7. Vasco Carvalho, 2007. "Aggregate fluctuations and the network structure of intersectoral trade," Economics Working Papers, Department of Economics and Business, Universitat Pompeu Fabra 1206, Department of Economics and Business, Universitat Pompeu Fabra, revised Oct 2010.
  8. Alejandro Justiniano & Giorgio E. Primiceri, 2006. "The Time Varying Volatility of Macroeconomic Fluctuations," NBER Working Papers 12022, National Bureau of Economic Research, Inc.
  9. Andrew T. Foerster & Pierre-Daniel G. Sarte & Mark W. Watson, 2011. "Sectoral versus Aggregate Shocks: A Structural Factor Analysis of Industrial Production," Journal of Political Economy, University of Chicago Press, University of Chicago Press, vol. 119(1), pages 1 - 38.
Full references (including those not matched with items on IDEAS)

Citations

Citations are extracted by the CitEc Project, subscribe to its RSS feed for this item.
as in new window

Cited by:
  1. Giuseppe Berlingieri, 2013. "Outsourcing and the rise in services," LSE Research Online Documents on Economics, London School of Economics and Political Science, LSE Library 51532, London School of Economics and Political Science, LSE Library.
  2. Bryan Kelly & Hanno Lustig & Stijn Van Nieuwerburgh, 2013. "Firm Volatility in Granular Networks," NBER Working Papers 19466, National Bureau of Economic Research, Inc.
  3. Herrendorf, Berthold & Rogerson, Richard & Valentinyi, Ákos, 2014. "Growth and Structural Transformation," Handbook of Economic Growth, Elsevier, in: Handbook of Economic Growth, edition 1, volume 2, chapter 6, pages 855-941 Elsevier.
  4. Constant Lonkeng Ngouana, 2013. "Structural Transformation and the Volatility of Aggregate Output in OECD Countries," IMF Working Papers, International Monetary Fund 13/43, International Monetary Fund.
  5. Julian di Giovanni & Andrei A. Levchenko & Isabelle Méjean, 2013. "Firms, destinations, and aggregate fluctuations," Economics Working Papers, Department of Economics and Business, Universitat Pompeu Fabra 1387, Department of Economics and Business, Universitat Pompeu Fabra, revised Apr 2014.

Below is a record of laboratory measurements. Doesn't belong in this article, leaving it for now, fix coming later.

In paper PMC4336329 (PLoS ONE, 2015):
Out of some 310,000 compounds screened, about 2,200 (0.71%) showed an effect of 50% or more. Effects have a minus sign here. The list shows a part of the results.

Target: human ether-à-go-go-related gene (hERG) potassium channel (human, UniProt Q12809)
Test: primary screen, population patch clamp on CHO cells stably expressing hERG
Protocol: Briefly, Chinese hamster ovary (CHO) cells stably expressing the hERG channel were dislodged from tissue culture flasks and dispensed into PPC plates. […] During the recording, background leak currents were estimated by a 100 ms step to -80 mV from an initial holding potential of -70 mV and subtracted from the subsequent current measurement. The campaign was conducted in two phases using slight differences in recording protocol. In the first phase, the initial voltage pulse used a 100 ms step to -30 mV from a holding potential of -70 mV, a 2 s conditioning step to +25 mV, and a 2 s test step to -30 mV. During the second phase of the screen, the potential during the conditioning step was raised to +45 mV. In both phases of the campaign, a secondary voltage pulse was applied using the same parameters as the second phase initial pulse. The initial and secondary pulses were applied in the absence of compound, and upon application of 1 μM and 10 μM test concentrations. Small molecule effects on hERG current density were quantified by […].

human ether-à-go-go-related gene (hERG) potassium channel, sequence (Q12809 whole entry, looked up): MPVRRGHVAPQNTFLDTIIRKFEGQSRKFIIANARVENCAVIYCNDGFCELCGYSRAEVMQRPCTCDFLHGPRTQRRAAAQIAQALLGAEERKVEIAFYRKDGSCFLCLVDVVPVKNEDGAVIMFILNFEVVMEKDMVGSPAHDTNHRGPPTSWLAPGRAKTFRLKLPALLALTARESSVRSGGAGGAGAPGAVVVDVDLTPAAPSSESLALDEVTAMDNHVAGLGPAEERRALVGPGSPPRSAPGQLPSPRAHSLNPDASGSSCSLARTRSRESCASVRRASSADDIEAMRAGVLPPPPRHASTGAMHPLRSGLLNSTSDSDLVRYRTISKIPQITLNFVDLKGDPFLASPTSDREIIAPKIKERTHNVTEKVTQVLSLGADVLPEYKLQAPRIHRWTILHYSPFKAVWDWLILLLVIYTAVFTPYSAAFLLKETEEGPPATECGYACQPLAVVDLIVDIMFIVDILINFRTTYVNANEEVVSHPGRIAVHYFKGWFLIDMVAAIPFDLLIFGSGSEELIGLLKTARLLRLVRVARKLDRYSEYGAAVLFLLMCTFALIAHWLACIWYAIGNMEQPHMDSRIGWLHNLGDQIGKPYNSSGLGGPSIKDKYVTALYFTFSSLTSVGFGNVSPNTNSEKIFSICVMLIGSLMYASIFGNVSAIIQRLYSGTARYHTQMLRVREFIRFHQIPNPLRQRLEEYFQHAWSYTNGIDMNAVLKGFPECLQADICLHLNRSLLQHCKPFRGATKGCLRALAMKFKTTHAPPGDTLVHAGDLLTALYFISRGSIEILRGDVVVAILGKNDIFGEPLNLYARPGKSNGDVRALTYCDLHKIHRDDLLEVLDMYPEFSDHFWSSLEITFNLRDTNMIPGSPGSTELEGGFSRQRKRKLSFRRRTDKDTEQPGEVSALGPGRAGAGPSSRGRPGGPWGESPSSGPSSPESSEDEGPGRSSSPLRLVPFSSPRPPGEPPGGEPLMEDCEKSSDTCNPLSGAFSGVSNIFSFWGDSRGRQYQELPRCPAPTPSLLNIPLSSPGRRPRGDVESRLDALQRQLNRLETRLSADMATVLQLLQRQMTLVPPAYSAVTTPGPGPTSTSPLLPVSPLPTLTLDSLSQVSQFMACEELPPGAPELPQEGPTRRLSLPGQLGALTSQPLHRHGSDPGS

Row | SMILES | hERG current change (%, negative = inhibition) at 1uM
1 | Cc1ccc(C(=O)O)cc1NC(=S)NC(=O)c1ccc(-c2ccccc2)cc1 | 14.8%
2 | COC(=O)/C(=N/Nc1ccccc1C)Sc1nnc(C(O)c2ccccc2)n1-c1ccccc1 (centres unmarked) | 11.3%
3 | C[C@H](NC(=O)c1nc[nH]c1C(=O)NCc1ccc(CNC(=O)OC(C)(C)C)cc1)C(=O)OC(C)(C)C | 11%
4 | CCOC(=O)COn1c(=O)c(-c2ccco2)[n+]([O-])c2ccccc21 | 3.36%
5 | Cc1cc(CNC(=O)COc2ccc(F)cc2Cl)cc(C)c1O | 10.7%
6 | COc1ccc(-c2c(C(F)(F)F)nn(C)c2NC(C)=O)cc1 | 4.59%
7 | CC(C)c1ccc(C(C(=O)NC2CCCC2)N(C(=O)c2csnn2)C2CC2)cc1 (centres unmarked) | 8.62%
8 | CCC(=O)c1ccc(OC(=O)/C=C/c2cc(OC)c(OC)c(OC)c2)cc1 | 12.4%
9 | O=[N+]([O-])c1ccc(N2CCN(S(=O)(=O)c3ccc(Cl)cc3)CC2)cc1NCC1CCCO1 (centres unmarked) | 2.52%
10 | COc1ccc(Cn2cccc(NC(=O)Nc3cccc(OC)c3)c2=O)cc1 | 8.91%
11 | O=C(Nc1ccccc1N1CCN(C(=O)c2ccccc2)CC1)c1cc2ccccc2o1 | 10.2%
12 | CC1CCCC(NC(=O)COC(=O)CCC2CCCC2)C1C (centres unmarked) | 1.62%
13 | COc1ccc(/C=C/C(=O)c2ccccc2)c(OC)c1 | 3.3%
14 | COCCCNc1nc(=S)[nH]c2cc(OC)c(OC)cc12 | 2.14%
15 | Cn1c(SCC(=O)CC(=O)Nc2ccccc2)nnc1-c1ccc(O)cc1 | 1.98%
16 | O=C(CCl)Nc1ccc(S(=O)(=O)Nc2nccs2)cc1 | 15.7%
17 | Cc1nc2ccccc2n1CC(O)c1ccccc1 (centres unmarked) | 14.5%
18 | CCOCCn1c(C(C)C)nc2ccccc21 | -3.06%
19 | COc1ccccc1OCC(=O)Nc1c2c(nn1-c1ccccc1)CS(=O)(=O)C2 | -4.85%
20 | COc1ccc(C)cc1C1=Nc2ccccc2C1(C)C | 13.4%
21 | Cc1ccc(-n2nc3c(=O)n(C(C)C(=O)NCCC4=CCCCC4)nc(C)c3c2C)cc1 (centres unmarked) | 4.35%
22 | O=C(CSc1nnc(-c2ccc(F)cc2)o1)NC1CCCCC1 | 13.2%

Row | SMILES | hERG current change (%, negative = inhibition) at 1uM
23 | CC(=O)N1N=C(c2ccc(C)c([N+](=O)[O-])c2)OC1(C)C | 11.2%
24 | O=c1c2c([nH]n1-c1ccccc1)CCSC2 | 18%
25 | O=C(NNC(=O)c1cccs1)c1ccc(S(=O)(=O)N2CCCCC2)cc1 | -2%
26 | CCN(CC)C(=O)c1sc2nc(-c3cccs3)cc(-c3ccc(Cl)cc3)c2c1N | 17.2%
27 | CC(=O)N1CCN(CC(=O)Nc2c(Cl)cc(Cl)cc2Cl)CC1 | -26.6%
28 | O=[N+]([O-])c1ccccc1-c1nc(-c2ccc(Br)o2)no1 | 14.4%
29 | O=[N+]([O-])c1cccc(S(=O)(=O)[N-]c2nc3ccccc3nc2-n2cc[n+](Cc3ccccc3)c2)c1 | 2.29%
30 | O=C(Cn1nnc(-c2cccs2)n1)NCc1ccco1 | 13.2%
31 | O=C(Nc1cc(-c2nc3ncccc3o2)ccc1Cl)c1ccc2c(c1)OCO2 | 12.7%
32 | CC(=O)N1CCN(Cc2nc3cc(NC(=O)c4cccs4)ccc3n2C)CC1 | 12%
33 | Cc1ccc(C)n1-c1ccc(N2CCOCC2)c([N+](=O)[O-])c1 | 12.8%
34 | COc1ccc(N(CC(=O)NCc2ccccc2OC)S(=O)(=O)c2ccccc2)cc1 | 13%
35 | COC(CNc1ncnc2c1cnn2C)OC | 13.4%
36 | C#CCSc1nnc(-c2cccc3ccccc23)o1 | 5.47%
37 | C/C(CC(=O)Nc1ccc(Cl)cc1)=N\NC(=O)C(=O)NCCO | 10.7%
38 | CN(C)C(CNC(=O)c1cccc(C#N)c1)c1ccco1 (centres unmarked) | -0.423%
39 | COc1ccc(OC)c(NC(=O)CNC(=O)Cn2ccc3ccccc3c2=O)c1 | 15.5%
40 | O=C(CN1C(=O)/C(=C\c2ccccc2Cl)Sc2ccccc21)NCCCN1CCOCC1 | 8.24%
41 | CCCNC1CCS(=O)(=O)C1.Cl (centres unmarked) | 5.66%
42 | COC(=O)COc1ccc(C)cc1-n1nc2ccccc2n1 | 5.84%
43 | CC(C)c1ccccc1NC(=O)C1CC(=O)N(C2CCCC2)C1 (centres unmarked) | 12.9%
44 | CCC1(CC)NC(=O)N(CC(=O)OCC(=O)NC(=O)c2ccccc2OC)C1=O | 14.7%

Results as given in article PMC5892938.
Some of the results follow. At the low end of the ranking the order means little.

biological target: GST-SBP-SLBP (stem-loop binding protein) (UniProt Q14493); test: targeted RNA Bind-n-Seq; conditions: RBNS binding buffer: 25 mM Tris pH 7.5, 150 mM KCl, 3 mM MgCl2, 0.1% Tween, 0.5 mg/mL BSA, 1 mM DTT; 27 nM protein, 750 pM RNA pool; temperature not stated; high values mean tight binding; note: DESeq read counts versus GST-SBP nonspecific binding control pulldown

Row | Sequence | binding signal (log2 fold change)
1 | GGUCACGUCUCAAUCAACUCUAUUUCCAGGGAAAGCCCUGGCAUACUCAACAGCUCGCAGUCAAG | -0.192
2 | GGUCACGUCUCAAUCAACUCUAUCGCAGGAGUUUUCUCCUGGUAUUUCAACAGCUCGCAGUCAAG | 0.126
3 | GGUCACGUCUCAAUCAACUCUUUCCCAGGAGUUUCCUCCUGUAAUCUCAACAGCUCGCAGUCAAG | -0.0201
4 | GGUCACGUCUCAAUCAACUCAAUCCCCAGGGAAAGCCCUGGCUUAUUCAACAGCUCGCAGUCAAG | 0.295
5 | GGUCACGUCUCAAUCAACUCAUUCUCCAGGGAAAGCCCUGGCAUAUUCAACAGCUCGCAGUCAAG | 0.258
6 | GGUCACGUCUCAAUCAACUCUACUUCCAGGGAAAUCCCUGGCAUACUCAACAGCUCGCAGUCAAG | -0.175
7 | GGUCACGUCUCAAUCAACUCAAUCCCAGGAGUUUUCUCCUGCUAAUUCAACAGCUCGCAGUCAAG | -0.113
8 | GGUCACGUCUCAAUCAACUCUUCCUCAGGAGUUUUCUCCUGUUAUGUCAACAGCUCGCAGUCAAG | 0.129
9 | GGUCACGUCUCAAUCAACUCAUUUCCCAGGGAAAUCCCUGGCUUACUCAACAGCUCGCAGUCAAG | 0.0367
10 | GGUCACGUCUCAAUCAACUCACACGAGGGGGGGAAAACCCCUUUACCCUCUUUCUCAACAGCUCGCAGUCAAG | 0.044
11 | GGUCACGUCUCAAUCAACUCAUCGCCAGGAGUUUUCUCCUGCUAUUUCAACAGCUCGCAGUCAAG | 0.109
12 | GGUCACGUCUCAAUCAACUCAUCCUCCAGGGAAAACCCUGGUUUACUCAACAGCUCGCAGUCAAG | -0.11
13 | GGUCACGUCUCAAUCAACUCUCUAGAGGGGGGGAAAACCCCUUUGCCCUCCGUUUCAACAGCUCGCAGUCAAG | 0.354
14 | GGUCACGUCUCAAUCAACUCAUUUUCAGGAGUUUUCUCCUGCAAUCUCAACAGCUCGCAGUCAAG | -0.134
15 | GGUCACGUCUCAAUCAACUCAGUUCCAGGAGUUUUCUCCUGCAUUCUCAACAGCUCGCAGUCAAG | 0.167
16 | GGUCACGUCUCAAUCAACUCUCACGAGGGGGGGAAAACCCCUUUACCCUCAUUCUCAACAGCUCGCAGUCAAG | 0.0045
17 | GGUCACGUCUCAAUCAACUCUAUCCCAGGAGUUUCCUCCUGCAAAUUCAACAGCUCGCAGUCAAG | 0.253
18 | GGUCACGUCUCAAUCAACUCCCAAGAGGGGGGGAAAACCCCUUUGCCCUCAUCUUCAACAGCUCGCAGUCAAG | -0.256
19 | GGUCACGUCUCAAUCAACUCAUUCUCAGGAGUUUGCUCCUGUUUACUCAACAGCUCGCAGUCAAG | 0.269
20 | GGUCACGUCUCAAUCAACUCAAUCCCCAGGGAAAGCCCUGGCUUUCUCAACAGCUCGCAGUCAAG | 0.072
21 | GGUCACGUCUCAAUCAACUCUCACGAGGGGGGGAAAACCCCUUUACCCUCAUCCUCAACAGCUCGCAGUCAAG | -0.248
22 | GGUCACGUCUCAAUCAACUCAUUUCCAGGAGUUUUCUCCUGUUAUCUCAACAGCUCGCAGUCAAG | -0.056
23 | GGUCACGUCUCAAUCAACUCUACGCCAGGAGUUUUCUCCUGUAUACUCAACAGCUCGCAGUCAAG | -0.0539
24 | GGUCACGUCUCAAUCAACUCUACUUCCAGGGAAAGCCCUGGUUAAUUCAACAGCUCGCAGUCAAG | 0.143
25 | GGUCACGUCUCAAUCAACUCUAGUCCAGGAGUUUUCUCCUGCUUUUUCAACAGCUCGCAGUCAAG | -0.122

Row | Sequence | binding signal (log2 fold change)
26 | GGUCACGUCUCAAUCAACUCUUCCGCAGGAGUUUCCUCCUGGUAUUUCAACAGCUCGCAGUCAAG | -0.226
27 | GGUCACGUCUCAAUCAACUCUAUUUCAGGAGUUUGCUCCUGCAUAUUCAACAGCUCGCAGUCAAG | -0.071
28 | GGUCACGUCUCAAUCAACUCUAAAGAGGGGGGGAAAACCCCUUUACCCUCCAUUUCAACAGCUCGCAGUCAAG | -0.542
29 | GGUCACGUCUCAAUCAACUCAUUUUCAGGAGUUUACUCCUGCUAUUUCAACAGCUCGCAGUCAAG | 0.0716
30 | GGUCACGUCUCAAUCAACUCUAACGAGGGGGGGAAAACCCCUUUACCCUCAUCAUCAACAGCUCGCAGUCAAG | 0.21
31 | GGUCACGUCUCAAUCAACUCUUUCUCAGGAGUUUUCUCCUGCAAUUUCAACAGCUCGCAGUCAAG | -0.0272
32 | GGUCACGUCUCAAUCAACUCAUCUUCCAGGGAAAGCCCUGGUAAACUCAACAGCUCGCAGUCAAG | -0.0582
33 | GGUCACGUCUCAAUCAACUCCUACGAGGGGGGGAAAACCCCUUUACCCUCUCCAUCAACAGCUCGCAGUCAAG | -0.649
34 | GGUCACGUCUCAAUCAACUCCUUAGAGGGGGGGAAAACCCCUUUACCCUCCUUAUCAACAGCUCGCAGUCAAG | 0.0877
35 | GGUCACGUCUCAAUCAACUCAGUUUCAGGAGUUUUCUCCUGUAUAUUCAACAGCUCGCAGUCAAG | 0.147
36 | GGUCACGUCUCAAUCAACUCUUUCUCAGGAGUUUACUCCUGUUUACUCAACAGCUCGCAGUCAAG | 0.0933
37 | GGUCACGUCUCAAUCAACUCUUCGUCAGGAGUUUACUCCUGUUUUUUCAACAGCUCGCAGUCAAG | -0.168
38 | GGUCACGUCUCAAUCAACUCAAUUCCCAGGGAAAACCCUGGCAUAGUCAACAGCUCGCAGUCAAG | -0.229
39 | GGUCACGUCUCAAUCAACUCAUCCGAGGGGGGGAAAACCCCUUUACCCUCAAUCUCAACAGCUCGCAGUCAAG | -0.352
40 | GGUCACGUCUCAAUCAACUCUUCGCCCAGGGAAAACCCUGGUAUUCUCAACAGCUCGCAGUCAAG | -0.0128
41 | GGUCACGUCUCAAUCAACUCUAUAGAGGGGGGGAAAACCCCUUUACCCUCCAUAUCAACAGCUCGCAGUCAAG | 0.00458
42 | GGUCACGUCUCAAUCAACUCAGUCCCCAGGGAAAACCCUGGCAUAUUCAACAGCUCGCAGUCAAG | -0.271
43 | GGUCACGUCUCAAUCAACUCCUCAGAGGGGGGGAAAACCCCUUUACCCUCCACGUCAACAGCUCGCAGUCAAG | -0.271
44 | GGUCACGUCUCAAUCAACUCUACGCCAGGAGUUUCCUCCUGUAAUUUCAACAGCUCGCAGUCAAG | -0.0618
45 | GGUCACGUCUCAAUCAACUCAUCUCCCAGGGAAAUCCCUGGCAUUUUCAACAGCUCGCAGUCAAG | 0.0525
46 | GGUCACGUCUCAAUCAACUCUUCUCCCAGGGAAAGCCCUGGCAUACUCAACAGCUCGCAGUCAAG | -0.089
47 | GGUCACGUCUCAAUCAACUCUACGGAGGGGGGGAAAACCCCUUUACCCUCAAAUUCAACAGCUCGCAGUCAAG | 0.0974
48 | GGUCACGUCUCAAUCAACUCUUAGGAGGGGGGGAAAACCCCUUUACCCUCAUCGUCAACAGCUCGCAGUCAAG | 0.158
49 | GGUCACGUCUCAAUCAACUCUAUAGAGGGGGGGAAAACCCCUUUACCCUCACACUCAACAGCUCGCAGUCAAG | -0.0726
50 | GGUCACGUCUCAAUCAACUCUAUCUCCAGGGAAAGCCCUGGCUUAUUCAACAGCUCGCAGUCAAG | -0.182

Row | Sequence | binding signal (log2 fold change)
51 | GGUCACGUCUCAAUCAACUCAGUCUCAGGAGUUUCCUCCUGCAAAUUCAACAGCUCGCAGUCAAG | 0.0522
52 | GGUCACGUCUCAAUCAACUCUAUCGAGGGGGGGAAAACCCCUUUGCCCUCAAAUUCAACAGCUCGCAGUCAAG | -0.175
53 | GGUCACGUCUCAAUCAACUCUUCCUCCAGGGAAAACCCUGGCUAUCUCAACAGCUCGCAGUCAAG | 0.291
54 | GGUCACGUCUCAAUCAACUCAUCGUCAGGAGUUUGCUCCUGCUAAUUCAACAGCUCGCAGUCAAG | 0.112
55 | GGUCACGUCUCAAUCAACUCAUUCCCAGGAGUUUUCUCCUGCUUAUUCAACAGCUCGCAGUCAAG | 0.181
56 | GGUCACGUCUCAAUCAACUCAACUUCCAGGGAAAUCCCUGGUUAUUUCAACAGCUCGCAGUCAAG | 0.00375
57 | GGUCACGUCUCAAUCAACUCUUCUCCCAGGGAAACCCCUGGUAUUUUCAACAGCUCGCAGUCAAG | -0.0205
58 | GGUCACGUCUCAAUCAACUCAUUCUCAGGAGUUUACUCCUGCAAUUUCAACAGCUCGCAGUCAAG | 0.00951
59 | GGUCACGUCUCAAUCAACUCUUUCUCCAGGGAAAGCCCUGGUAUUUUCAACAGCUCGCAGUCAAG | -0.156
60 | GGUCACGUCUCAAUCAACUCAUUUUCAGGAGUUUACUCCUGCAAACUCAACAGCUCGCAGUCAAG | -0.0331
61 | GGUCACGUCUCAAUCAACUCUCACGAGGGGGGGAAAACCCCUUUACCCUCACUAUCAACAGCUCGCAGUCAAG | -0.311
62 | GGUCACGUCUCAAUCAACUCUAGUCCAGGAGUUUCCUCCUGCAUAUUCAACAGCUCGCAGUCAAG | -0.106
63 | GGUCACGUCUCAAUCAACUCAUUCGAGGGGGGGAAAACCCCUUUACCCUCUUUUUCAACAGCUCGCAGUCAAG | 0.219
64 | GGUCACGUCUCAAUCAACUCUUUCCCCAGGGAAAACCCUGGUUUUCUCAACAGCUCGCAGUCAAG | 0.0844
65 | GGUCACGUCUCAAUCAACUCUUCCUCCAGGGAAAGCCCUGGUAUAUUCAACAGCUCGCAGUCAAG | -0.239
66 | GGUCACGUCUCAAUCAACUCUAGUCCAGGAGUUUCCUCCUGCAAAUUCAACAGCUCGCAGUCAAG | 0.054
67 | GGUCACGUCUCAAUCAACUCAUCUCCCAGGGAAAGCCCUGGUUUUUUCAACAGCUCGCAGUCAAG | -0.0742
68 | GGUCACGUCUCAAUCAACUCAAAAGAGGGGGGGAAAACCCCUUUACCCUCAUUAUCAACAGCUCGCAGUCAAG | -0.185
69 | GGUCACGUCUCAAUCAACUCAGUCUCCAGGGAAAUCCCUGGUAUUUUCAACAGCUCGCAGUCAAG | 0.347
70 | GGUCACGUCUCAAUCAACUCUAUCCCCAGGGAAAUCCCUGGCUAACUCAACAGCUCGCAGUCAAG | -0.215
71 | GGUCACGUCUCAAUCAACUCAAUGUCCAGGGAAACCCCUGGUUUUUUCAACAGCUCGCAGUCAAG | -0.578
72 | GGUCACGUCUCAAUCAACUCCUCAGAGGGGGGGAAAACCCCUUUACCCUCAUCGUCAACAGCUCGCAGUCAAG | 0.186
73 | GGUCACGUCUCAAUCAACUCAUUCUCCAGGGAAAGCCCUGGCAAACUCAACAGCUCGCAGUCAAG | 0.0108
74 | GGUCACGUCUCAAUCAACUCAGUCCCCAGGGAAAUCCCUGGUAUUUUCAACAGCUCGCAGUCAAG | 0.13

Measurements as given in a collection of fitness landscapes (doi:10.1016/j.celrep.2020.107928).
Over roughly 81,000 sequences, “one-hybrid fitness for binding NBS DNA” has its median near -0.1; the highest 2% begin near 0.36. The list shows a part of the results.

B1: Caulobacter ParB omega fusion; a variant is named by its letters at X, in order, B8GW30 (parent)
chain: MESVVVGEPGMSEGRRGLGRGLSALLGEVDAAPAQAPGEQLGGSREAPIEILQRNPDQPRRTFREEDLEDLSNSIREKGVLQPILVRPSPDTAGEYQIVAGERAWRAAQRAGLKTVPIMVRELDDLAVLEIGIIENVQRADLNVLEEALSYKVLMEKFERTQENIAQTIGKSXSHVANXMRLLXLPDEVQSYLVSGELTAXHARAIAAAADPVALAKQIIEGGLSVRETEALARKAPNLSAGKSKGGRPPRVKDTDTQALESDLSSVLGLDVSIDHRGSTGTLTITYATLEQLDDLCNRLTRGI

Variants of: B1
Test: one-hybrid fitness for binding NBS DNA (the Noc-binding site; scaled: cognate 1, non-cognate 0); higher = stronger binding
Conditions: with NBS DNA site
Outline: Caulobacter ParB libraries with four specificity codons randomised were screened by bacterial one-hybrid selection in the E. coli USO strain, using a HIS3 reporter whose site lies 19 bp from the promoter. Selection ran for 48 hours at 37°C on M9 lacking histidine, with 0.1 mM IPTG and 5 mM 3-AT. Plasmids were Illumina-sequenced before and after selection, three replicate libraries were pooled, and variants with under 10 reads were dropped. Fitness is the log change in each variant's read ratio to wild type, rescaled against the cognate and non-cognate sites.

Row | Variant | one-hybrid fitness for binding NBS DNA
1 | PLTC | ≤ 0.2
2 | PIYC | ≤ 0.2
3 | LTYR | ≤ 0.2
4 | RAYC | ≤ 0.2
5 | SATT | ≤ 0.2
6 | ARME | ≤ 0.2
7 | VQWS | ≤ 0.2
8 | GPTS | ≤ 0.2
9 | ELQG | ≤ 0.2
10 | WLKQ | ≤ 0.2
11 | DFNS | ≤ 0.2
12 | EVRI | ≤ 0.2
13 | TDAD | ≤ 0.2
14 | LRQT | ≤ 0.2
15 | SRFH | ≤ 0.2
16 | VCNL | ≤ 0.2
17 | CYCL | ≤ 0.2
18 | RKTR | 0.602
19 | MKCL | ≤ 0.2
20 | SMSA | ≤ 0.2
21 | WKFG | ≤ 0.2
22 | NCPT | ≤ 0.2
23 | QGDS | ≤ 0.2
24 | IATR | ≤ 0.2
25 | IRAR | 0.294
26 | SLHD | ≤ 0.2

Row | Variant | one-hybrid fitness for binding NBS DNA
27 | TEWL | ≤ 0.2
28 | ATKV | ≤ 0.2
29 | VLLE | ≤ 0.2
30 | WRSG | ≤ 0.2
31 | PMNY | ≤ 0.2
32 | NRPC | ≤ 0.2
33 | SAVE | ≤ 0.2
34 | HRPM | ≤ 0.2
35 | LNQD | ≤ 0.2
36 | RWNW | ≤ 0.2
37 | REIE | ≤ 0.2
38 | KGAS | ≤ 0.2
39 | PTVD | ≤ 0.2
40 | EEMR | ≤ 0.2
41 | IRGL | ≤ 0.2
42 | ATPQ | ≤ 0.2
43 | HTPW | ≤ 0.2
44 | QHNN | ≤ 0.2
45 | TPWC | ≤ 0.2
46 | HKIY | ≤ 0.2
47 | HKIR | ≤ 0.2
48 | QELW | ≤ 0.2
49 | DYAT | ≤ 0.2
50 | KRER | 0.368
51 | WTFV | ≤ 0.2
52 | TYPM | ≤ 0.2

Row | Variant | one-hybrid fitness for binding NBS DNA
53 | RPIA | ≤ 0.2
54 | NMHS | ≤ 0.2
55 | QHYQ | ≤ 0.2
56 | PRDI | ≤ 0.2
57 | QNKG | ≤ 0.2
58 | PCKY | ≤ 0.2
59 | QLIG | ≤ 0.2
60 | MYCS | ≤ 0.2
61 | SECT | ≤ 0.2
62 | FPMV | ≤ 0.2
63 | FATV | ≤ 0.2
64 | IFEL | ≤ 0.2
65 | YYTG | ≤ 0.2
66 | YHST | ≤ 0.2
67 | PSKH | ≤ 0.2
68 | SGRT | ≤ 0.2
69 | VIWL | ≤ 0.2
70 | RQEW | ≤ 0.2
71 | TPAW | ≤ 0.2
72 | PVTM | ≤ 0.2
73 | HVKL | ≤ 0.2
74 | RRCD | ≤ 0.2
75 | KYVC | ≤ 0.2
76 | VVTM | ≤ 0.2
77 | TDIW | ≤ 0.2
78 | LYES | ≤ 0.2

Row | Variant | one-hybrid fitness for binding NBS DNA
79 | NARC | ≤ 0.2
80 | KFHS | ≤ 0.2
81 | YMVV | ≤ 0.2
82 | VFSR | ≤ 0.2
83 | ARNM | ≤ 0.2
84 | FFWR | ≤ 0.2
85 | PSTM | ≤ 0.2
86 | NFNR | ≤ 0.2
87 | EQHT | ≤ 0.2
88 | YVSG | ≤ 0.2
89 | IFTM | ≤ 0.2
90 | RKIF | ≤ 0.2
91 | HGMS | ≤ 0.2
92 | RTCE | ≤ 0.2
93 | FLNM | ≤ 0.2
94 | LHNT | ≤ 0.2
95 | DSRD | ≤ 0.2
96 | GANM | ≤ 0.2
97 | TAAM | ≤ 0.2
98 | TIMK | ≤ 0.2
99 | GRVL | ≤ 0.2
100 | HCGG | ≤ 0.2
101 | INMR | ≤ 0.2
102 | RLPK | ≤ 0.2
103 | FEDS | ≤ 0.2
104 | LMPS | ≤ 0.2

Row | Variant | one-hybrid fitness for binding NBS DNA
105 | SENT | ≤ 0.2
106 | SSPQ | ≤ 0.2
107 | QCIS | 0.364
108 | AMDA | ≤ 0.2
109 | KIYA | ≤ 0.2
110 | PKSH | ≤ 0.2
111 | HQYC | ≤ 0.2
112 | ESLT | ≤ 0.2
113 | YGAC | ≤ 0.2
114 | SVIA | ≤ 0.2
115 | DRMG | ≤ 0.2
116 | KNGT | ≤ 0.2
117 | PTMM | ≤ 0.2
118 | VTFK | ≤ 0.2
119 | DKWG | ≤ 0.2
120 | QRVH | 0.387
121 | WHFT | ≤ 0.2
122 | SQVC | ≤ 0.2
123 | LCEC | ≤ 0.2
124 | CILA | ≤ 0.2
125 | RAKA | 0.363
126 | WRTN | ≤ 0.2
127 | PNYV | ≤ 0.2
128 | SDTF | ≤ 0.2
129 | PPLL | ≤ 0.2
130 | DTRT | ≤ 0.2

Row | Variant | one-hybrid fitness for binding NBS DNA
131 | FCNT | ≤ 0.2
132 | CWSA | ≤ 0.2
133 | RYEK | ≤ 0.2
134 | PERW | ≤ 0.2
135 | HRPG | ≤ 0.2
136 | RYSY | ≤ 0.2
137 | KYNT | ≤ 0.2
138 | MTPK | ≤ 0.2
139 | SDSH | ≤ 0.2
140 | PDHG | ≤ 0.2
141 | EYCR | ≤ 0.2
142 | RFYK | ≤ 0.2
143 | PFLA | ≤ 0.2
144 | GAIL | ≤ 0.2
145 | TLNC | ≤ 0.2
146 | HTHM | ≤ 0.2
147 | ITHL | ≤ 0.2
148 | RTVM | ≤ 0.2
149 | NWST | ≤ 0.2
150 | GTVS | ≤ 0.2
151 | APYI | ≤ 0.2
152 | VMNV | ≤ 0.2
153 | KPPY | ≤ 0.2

6. Cristiano Cantore & Filippo Ferroni & Miguel A. León-Ledesma, 2012. "The dynamics of hours worked and technology," Banco de Espa�a Working Papers, Banco de Espa�a 1238, Banco de Espa�a.
  7. Baran Doda, 2012. "Evidence on CO2 emissions and business cycles," Grantham Research Institute on Climate Change and the Environment Working Papers, Grantham Research Institute on Climate Change and the Environment 78, Grantham Research Institute on Climate Change and the Environment.

Lists

This item is not listed on Wikipedia, on a reading list or among the top items on IDEAS.

Statistics

Access and download statistics

Corrections

When requesting a correction, please mention this item's handle: RePEc:bge:wpaper:422. See general information about how to correct material in RePEc.

For technical questions regarding this item, or to correct its authors, title, abstract, bibliographic or download information, contact: (Bruno Guallar).

If you have authored this item and are not yet registered with RePEc, we encourage you to do it here. This allows to link your profile to this item. It also allows you to accept potential citations to this item that we are uncertain about.

If references are entirely missing, you can add them using this form.

If the full references list an item that is present in RePEc, but the system did not link to it, you can help with this form.

If you know of missing items citing this one, you can help us creating those links by adding the relevant references in the same way as above, for each refering item. If you are a registered author of this item, you may also want to check the "citations" tab in your profile, as there may be some citations waiting for confirmation.

Please note that corrections may take a couple of weeks to filter through the various RePEc services.